Development and validation of a liquid chromatography–tandem mass spectrometry method for the simultaneous quantification of tamoxifen, anastrozole, and letrozole in human plasma and its application to a clinical study
There is substantial evidence that circulating estrogens promote the proliferation of breast cancer. Consequently, adjuvant hormonal treatment strategies targeting estrogen action have been established. Such hormonal therapies include selective estrogen receptor modulators, such as tamoxifen, which interfere at the estrogen receptors directly, or non-steroidal aromatase inhibitors, such as anastrozole and letrozole, which inhibit estrogen synthesis through blocking the aromatase, a key enzyme of estrogen production. Despite considerable therapeutic success, in several cases, the use of these drugs is limited by side effects that have been described to significantly impair the adherence of patients to endocrine treatment. However, objective data concerning patient adherence and its clinical relevance are limited. One promising approach to check patient-reported adherence is drug monitoring in human plasma. Therefore, a liquid chromatography–tandem mass spectrometry method to determine the plasma concentrations of tamoxifen, anastrozole, and letrozole has been developed and fully validated according to guidelines for clinical and forensic toxicology. The validation criteria evaluated were selectivity, linearity, accuracy and precision, limit of quantification, recovery and matrix effects, sample stability, and carryover. The six-point calibration curves showed linearity over the range of concentrations from 25 to 500 ng/ml for tamoxifen, 5 to 200 ng/ml for anastrozole, and 10 to 300 ng/ml for letrozole. The intra- and inter-day precision and accuracies were always better than 15%. The validated procedure was successfully applied to a clinical study (Patient-Reported Outcomes in Breast Cancer Patients undergoing Endocrine Therapy, PRO-BETh). A major aim of PRO-BETh study is the comprehensive evaluation of adherence to treatment in pre- and post-menopausal women with breast cancer. Plasma samples of 310 breast cancer patients undergoing anti-estrogen therapy were analyzed. Eight samples did not contain a quantifiable amount of drug, strongly indicating non-adherence of the corresponding patients to adjuvant breast cancer treatment. Furthermore, plasma concentrations at the lower end of the observed plasma level distribution might represent a hint but not a confirmation for non-adherence in terms of non-daily and irregular intake of the prescribed drug.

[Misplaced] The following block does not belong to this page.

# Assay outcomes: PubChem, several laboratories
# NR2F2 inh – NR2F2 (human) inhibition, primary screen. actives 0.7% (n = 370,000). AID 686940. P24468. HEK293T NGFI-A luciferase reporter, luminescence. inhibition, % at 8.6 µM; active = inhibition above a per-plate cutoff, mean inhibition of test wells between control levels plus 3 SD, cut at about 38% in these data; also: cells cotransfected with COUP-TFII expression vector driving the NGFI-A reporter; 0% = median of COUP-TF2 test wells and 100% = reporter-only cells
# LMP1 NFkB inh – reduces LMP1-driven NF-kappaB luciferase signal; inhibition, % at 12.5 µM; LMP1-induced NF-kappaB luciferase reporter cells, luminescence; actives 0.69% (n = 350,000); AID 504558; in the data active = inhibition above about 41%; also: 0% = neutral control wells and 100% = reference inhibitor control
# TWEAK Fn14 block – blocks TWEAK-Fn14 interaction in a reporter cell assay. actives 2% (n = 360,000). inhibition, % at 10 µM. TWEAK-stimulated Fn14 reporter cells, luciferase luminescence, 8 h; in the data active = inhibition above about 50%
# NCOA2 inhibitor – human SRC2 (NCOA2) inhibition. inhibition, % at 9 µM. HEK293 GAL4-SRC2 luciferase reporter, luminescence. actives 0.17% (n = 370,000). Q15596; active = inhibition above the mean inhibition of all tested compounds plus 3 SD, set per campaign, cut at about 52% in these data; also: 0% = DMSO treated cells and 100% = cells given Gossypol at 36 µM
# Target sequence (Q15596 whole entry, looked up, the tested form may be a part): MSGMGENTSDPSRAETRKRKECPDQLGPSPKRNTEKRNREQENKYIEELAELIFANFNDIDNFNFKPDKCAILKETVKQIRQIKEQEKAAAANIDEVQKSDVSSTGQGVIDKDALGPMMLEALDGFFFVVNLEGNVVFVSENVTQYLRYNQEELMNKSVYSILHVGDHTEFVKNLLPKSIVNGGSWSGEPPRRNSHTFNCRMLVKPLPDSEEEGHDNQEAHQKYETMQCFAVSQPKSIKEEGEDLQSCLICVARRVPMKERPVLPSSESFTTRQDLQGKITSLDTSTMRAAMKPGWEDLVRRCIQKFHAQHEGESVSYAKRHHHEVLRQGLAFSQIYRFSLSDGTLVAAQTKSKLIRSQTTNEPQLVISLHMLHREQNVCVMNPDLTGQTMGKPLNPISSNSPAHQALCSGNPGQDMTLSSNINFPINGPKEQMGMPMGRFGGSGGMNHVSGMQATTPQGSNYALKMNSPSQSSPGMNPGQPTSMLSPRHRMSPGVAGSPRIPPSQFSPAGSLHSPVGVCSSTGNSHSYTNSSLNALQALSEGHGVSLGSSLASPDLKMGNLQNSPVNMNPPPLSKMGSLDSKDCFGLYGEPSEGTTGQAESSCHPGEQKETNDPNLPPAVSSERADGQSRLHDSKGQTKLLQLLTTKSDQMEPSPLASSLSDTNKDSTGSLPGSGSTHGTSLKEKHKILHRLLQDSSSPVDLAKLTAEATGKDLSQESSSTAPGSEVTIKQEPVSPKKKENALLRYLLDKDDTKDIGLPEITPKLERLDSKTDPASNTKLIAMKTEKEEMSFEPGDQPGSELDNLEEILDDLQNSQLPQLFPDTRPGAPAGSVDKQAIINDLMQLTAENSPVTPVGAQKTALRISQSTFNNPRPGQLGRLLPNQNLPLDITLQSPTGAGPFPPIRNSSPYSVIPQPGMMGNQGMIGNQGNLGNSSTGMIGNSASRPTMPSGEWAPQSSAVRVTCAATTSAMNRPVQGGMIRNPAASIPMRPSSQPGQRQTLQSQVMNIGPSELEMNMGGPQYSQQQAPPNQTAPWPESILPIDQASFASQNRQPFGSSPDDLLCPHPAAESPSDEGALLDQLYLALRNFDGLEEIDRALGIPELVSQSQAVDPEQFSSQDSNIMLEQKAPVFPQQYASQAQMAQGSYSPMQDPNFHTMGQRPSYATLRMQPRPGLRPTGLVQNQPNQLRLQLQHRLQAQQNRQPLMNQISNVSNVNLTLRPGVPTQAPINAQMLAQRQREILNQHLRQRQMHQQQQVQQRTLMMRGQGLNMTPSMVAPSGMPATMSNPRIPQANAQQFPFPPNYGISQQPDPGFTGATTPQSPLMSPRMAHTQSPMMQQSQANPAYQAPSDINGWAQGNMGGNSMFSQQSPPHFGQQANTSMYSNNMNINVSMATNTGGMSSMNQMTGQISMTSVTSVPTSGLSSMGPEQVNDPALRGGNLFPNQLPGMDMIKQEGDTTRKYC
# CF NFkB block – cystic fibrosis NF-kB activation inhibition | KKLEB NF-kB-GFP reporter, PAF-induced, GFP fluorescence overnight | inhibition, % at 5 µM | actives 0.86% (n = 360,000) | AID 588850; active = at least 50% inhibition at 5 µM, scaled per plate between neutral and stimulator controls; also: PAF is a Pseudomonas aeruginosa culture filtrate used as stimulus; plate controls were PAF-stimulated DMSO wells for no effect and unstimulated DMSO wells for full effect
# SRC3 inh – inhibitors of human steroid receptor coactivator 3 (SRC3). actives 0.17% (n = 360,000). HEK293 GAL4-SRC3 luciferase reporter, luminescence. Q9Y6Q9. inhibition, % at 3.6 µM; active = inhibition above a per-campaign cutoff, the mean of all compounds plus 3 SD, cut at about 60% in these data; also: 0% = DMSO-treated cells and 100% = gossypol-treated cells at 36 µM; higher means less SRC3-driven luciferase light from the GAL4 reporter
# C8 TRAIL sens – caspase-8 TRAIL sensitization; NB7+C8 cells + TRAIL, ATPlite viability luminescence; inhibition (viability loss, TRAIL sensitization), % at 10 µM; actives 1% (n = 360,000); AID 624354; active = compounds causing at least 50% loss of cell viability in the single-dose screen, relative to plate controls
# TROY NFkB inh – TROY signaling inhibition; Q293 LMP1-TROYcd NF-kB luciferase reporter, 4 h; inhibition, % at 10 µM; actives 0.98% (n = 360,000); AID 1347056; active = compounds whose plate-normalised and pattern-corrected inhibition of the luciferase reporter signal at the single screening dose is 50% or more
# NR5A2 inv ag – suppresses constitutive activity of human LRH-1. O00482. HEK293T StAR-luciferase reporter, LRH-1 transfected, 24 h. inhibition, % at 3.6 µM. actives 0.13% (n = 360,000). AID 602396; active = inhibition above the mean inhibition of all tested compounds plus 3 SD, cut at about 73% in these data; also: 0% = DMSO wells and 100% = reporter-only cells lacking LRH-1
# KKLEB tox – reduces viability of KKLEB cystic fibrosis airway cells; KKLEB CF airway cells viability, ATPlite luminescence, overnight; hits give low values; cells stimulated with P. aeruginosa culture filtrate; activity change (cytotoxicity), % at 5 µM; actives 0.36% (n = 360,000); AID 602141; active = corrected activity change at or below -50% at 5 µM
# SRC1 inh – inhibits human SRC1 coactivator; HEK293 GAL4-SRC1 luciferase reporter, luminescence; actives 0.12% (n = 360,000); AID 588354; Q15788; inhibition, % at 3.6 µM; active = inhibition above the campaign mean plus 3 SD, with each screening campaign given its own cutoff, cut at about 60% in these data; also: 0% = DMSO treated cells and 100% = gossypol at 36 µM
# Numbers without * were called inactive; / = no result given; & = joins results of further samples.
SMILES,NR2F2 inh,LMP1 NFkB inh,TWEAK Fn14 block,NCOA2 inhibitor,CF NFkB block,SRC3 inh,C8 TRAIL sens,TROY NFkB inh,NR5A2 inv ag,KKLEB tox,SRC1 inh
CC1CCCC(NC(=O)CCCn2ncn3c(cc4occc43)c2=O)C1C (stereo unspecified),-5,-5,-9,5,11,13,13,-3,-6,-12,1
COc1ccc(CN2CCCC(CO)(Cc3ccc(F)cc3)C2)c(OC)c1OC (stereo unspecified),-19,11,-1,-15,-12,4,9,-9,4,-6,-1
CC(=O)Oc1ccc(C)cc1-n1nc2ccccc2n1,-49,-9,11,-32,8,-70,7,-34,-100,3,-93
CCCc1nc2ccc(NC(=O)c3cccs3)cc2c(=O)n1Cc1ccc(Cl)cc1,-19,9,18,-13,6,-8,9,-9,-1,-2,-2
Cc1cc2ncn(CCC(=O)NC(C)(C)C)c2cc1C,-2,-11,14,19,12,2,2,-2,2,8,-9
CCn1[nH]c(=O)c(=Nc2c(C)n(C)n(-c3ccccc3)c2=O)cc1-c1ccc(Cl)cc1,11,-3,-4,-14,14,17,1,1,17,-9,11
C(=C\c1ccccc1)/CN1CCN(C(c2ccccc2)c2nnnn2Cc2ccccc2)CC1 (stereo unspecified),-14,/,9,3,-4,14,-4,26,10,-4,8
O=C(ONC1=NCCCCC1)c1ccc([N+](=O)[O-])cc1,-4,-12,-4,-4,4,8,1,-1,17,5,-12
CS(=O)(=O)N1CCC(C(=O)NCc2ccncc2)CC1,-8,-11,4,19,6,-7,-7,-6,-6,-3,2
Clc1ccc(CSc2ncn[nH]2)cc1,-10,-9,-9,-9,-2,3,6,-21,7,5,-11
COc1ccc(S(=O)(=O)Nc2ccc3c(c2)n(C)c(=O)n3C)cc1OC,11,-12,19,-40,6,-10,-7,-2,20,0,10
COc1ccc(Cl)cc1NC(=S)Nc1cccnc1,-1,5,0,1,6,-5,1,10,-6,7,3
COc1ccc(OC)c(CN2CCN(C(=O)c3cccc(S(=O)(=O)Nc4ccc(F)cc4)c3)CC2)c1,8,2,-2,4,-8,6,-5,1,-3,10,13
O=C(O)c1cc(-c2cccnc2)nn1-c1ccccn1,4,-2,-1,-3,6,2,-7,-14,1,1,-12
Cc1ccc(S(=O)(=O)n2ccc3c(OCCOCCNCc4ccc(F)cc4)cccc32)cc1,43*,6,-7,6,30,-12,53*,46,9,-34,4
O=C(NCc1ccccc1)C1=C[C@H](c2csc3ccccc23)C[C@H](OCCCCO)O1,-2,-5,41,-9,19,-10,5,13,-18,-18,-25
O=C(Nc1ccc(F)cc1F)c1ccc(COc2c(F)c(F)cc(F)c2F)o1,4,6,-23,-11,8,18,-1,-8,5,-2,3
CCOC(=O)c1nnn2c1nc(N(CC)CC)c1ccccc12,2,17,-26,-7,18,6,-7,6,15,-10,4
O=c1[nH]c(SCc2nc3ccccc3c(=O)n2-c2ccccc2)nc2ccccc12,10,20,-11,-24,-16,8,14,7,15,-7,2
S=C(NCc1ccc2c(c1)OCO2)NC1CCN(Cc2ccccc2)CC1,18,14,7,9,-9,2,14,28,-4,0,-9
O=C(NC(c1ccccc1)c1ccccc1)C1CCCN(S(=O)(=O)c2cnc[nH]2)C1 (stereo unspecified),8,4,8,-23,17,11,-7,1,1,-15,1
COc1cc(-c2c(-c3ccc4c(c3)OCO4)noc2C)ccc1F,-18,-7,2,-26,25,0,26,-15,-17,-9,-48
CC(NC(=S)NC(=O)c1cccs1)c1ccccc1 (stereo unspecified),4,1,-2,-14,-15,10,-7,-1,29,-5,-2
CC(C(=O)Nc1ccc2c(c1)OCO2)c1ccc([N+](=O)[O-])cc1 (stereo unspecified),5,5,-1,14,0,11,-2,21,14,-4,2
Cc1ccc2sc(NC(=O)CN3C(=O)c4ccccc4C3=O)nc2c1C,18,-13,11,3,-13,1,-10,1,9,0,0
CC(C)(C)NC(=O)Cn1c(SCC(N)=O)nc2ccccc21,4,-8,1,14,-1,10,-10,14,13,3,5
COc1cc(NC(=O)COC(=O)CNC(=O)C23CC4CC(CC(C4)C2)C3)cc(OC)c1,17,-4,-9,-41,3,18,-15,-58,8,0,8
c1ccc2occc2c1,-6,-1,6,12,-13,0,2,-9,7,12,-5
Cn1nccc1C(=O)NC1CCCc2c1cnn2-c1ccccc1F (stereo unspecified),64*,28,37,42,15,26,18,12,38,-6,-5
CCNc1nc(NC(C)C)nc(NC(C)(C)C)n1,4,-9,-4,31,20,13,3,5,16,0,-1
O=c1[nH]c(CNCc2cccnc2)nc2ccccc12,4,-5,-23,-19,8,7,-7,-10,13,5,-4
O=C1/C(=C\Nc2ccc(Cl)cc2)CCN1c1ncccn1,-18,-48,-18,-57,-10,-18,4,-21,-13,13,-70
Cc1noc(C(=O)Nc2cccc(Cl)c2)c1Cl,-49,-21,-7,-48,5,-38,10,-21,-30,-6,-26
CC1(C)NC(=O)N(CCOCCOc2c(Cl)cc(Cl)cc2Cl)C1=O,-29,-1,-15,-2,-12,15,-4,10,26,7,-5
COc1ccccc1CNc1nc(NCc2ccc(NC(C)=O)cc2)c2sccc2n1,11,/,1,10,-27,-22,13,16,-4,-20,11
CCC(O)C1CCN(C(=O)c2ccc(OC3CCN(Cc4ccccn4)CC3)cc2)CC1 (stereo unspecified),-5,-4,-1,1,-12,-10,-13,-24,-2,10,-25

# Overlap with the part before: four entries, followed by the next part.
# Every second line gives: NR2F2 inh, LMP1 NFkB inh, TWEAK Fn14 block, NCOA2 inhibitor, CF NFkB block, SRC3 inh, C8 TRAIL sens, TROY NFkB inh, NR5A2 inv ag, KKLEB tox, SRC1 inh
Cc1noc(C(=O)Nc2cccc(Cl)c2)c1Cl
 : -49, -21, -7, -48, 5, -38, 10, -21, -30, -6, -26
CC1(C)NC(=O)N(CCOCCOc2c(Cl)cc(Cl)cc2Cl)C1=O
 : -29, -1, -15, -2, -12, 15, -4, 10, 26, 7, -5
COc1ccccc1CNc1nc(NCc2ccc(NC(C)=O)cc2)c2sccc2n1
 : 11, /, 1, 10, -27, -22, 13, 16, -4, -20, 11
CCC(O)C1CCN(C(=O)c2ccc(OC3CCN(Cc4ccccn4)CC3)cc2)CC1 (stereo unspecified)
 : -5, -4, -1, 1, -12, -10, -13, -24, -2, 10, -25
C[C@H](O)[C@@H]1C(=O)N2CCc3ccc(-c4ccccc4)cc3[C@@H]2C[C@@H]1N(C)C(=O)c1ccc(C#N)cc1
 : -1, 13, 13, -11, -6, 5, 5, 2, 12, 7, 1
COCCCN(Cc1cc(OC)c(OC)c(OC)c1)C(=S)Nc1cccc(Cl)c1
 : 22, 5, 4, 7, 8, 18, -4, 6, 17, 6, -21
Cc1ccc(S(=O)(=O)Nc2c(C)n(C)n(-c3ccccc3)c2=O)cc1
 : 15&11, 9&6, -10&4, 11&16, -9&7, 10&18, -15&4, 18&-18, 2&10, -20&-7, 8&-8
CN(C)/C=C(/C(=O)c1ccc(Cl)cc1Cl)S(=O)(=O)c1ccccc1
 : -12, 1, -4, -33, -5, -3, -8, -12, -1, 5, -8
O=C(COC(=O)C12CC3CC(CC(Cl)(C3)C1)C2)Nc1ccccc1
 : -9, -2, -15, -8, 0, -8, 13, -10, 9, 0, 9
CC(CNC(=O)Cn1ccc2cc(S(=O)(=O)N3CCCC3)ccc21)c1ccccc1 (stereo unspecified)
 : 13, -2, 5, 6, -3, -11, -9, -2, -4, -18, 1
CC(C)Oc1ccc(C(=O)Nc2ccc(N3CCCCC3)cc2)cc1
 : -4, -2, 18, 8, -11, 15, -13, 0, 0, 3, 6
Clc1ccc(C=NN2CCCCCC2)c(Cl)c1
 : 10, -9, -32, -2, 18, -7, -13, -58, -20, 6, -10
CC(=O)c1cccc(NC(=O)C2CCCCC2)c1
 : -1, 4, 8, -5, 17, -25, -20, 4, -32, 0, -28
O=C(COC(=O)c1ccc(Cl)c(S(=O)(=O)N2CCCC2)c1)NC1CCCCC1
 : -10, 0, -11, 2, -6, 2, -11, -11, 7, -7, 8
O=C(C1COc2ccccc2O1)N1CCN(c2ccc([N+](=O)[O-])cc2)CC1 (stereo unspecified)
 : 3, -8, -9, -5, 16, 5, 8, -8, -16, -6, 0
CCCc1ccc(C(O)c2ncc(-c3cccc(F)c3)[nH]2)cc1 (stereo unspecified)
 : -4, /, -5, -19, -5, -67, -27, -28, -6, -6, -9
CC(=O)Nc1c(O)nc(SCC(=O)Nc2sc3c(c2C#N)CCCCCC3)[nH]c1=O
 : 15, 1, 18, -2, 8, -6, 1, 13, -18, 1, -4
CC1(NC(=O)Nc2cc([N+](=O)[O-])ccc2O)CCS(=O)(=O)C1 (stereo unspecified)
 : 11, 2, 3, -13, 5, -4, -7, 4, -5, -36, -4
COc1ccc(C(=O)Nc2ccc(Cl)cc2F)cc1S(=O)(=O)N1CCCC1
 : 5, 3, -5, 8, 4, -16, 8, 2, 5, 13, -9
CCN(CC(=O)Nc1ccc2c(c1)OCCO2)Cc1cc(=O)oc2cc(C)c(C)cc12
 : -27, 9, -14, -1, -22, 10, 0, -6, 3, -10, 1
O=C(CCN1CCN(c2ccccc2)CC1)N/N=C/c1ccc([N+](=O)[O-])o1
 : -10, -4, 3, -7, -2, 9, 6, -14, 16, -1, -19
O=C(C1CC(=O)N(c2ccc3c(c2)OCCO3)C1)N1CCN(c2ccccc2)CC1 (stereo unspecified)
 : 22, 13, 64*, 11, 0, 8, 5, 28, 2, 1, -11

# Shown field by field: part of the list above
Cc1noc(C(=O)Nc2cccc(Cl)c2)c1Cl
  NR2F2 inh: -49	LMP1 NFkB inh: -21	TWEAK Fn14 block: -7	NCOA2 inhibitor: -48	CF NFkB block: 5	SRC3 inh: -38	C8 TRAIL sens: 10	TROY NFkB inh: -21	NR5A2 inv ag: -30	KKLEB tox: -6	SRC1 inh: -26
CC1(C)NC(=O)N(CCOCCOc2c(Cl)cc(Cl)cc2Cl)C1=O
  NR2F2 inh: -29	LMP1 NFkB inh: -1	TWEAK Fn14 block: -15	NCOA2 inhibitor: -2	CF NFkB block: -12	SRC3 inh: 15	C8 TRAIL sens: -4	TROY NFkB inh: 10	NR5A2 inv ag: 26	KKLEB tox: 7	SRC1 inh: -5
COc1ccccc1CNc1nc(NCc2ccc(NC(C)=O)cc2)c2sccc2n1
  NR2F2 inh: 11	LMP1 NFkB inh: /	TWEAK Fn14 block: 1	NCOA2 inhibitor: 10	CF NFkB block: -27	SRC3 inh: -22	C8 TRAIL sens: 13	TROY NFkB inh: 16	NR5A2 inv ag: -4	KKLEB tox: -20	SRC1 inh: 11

LC/MS/MS Drug monitoring Adherence Tamoxifen Anastrozole Letrozole